"If only we’d had this system sooner"
About the farm
- 1100 dairy cows, 630 yearlings, 400 calves
- 90 staff members, led by 2 herd managers
- Annual production yield of 9600kg milk (20.5kg protein)
- Cows average 2.35 lactations per lifetime
- Calving interval varies between 435-439 days
Technology by Nedap
Mezöhegyesi Stud Farm making progress with AI24
The biggest possible milk yield per cow. That is the Mezöhegyesi Stud Farm’s objective. However, to achieve that objective, herd fertility must be improved first. To this aim, the AI24 heat detection system was introduced in May 2014. Initial results are promising, says herd manager Antónia Polner.
Antónia Polner took up the role of herd manager at the large Mezöhegyesi Holstein Stud Farm in 2010. She had already been employed as a veterinarian with the same company. Mezöhegyesi Stud Farm is a former state-owned business, located in the south Hungarian village of the same name. Here, close to the border with Serbia and Romania, along with two colleague herd managers and a breeding manager, Polner manages a herd of 1,100 dairy cows, 630 yearlings and 400 calves. Eighty percent of all animals are inseminated with Semex sperm. That is not surprising: the Semex KI station in Mezöhegyes is a mere stone’s throw away.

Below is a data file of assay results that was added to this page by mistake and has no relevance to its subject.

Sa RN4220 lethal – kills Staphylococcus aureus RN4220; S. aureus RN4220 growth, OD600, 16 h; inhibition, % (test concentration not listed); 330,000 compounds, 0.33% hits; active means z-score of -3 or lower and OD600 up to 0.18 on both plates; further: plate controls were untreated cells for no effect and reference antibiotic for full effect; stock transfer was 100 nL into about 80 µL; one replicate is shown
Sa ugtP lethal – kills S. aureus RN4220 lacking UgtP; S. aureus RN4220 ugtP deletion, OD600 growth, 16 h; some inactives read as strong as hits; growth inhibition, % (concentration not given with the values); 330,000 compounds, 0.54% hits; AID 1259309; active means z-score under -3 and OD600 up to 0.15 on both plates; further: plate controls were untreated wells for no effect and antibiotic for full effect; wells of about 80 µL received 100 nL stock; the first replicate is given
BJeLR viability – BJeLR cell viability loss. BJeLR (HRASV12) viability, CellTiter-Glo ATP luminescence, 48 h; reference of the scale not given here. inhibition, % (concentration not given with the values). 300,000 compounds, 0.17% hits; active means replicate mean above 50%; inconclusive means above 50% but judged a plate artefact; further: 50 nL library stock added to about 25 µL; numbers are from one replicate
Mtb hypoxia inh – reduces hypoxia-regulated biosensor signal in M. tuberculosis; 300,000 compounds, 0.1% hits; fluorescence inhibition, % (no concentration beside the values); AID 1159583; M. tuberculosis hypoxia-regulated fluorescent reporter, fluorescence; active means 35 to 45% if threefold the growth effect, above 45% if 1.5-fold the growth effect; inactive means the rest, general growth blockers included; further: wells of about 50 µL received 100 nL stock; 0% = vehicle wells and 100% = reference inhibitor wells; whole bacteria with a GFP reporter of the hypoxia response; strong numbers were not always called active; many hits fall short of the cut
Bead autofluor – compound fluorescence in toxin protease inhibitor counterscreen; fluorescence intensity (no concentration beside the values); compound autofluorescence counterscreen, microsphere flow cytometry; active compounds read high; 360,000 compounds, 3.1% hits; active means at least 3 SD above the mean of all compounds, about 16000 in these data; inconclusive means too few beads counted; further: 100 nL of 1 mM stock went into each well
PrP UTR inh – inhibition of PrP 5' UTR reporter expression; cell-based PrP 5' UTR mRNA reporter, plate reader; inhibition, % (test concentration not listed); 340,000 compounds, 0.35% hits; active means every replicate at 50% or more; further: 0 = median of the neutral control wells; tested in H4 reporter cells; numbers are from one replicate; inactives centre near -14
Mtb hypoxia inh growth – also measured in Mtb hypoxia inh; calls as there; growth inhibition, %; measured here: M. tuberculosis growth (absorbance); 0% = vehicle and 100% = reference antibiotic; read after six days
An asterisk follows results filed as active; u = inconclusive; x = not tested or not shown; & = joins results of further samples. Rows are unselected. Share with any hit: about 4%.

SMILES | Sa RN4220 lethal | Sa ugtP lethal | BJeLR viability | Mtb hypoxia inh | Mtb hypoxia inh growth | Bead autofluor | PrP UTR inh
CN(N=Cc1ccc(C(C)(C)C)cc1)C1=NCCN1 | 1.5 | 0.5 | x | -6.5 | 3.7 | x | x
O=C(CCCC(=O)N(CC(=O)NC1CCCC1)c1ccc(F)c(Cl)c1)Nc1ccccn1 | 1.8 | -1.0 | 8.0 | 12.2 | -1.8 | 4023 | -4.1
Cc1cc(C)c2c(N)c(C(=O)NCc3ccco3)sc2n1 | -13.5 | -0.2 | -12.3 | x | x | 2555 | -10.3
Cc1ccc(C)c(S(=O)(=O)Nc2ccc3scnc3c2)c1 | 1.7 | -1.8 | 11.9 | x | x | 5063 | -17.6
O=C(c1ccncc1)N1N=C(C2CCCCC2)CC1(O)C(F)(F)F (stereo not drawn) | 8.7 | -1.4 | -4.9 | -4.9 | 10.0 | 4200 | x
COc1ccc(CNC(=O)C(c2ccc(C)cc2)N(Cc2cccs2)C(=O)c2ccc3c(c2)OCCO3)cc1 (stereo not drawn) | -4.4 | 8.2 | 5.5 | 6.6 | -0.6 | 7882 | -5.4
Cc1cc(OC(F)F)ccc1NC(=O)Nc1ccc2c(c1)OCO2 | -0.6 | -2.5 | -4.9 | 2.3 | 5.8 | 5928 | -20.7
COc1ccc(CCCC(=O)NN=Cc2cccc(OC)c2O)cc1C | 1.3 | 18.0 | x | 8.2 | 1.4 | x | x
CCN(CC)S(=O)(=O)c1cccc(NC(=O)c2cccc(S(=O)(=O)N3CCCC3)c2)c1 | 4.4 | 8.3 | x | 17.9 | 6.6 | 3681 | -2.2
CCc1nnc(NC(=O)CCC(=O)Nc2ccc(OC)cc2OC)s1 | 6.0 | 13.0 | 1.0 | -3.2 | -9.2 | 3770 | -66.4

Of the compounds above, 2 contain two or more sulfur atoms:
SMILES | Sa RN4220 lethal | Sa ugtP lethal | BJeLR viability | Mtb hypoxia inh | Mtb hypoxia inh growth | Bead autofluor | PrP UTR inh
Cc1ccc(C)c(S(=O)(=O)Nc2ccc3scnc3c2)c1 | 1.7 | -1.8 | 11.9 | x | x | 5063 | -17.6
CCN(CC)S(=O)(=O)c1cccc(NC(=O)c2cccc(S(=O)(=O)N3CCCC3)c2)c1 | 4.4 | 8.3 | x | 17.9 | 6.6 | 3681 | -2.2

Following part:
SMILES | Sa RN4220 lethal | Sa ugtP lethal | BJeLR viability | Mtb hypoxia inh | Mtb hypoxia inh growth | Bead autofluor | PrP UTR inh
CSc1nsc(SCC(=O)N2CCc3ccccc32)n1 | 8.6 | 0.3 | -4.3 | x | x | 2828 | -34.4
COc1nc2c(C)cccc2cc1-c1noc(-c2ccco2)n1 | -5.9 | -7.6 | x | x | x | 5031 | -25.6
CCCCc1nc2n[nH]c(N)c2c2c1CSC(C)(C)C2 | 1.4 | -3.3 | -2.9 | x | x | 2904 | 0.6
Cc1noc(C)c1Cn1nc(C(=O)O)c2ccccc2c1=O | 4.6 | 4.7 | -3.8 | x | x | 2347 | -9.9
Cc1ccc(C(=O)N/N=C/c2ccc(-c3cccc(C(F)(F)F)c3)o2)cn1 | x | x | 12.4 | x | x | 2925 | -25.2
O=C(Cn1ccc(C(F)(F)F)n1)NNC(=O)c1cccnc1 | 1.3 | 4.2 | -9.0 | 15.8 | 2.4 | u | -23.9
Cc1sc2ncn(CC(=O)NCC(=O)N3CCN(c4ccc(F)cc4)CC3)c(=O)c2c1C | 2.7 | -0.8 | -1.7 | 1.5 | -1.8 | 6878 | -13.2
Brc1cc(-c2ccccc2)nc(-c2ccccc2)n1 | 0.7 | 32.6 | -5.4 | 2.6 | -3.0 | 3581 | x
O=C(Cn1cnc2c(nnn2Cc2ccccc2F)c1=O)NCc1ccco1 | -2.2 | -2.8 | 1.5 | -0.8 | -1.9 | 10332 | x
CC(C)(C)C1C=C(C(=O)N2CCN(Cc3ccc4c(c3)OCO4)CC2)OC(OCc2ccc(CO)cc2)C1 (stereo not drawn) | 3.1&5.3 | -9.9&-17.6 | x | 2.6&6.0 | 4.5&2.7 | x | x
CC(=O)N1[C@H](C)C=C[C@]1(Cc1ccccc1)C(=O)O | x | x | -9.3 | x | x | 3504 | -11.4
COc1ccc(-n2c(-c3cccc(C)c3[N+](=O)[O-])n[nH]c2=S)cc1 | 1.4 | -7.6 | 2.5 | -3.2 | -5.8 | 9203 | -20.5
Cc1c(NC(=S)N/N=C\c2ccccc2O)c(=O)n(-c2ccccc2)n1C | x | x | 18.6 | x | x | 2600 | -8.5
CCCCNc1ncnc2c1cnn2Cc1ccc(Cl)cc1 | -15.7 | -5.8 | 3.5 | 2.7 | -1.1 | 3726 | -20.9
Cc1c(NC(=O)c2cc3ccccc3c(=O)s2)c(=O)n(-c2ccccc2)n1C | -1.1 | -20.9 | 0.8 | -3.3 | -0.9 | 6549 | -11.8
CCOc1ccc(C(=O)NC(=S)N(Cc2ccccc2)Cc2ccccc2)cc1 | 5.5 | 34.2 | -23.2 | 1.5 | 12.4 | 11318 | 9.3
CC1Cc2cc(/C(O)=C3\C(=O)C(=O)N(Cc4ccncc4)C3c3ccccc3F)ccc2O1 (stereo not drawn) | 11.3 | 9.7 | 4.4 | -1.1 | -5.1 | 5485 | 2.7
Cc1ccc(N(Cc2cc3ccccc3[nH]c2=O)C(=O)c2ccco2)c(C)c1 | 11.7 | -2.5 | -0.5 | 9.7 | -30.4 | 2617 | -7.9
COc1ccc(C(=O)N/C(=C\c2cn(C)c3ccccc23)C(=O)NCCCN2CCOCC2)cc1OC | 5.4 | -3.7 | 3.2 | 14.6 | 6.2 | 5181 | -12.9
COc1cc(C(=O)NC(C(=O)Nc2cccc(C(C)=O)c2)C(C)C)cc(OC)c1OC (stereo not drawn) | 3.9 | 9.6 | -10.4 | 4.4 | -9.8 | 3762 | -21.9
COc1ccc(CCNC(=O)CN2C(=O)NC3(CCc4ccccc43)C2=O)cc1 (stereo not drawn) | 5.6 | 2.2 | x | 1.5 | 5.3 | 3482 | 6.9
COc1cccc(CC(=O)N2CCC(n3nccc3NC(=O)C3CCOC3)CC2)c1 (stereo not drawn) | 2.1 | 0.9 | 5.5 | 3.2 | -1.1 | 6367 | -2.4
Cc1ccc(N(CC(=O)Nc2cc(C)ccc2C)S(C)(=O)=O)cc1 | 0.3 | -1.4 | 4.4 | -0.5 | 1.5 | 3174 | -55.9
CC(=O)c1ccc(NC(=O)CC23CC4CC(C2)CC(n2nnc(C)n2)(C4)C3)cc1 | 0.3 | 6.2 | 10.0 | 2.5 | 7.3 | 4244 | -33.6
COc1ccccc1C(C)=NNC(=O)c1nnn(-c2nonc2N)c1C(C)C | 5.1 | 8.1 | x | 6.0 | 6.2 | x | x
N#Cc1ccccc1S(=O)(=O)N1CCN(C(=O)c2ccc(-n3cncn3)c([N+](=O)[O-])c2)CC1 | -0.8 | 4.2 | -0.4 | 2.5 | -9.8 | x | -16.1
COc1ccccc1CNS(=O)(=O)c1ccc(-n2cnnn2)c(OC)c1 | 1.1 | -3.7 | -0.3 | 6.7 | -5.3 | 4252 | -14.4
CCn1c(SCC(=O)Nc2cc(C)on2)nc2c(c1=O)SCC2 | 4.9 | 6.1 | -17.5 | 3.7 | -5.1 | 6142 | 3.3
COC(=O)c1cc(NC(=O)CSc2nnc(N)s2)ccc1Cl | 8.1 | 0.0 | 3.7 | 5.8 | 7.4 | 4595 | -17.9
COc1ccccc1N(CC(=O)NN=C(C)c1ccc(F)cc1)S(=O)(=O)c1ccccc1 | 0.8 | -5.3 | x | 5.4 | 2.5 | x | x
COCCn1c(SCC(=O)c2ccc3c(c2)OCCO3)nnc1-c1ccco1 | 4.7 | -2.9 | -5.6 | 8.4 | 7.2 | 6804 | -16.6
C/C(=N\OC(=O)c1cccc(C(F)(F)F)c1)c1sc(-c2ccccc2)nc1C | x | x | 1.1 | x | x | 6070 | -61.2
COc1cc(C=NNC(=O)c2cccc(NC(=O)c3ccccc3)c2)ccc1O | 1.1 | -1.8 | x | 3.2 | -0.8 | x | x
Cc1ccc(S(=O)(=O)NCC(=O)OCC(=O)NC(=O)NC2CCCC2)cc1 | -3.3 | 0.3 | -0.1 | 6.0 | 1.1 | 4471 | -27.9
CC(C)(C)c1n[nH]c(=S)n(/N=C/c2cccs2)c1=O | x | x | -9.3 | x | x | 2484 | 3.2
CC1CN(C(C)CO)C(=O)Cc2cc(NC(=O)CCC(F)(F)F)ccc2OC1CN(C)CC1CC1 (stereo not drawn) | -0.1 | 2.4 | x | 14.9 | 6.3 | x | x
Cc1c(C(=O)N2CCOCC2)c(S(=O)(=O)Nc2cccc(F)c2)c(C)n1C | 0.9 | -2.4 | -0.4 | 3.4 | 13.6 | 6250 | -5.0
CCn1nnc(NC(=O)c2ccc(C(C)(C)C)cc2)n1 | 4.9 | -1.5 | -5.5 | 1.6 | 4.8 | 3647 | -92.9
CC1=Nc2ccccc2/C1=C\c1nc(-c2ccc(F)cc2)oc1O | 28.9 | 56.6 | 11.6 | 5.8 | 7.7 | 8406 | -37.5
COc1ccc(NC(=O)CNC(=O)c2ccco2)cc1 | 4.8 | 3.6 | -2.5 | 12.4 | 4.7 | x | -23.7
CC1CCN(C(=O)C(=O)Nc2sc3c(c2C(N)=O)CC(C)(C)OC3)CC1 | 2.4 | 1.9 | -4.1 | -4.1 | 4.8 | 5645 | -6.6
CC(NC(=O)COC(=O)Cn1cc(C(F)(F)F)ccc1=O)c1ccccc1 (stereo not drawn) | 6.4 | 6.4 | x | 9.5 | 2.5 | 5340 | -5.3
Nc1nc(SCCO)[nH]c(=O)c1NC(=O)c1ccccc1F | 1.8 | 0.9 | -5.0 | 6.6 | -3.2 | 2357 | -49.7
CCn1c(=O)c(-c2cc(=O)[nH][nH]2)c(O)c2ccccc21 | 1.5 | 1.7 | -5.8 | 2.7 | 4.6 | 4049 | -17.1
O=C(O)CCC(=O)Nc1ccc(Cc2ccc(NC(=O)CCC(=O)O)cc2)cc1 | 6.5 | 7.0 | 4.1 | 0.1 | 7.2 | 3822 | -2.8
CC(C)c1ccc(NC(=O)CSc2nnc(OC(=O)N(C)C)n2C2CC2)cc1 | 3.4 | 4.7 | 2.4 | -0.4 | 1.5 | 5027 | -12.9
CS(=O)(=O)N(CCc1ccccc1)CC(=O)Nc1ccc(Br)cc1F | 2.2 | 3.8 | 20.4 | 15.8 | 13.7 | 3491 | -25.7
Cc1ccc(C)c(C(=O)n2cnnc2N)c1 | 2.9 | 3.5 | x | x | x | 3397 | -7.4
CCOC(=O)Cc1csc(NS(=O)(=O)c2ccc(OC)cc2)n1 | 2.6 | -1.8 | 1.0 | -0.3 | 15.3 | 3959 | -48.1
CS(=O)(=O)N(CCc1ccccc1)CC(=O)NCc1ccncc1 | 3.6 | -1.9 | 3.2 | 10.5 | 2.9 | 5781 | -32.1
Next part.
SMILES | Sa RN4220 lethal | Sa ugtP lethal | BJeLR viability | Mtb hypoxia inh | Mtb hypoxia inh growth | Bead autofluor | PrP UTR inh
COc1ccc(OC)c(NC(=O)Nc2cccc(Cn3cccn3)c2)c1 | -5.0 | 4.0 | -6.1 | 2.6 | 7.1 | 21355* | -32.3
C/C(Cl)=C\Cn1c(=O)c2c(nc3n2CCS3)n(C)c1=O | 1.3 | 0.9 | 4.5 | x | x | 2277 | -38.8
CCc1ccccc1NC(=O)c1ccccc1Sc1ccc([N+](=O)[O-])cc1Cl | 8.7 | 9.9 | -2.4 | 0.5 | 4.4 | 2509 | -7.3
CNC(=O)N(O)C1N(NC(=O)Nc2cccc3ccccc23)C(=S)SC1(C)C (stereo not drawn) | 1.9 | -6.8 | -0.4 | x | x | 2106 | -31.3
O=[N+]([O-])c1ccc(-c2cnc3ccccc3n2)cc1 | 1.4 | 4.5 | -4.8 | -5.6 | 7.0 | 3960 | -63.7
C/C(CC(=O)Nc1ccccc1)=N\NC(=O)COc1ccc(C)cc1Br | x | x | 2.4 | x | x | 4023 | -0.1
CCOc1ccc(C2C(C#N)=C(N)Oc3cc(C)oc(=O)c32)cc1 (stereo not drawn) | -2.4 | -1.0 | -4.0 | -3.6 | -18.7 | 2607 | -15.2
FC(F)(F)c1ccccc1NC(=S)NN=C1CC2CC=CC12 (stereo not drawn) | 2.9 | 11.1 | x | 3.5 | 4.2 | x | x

On the face of it, the cows produce well. High-yield cows are milked three times a day and low-yield cows twice a day. With an average of 2.7 milking sessions a day, each cow produces at least 9,600 kg milk (20.5 kg protein) per annum.
„Nevertheless, there are a number of areas for improvement, particularly in terms of fertility”, according to Antónia Polner. The calving interval is approximately 437 days.
Polner explains that a heat detection system has been employed by the business in the past. It was installed thirteen years ago, but due to a lack of maintenance and servicing, it started working less effectively year by year. „In 2011, it stopped working completely. So, for the last three years, we had to rely on visual identification of cows in heat.” To put it mildly, that is a challenge with such a large herd of cows.
For that reason, veterinarian/herd manager Polner made repeated requests to management over recent years for acquisition of a new heat detection system. Eventually, management agreed. Semex AI24 was the obvious choice, given the close relationship with Semex. This system, based on the advanced technology from Dutch company Nedap Livestock Management, was installed in May 2014.
At present, half of all milk-producing animals has been fitted with the accompanying leg tags. First-calf heifers are placed in a different group 60 days after calving. At 45 to 50 days after calving, they are fitted with leg tags. Mature cows go to a different group after 30 days and are fitted with leg tags just 27 to 30 days after calving. As soon as a scan confirms animals are in calf, the label is removed and used for others that still need to be inseminated. On average, cows are inseminated again 60 days after calving.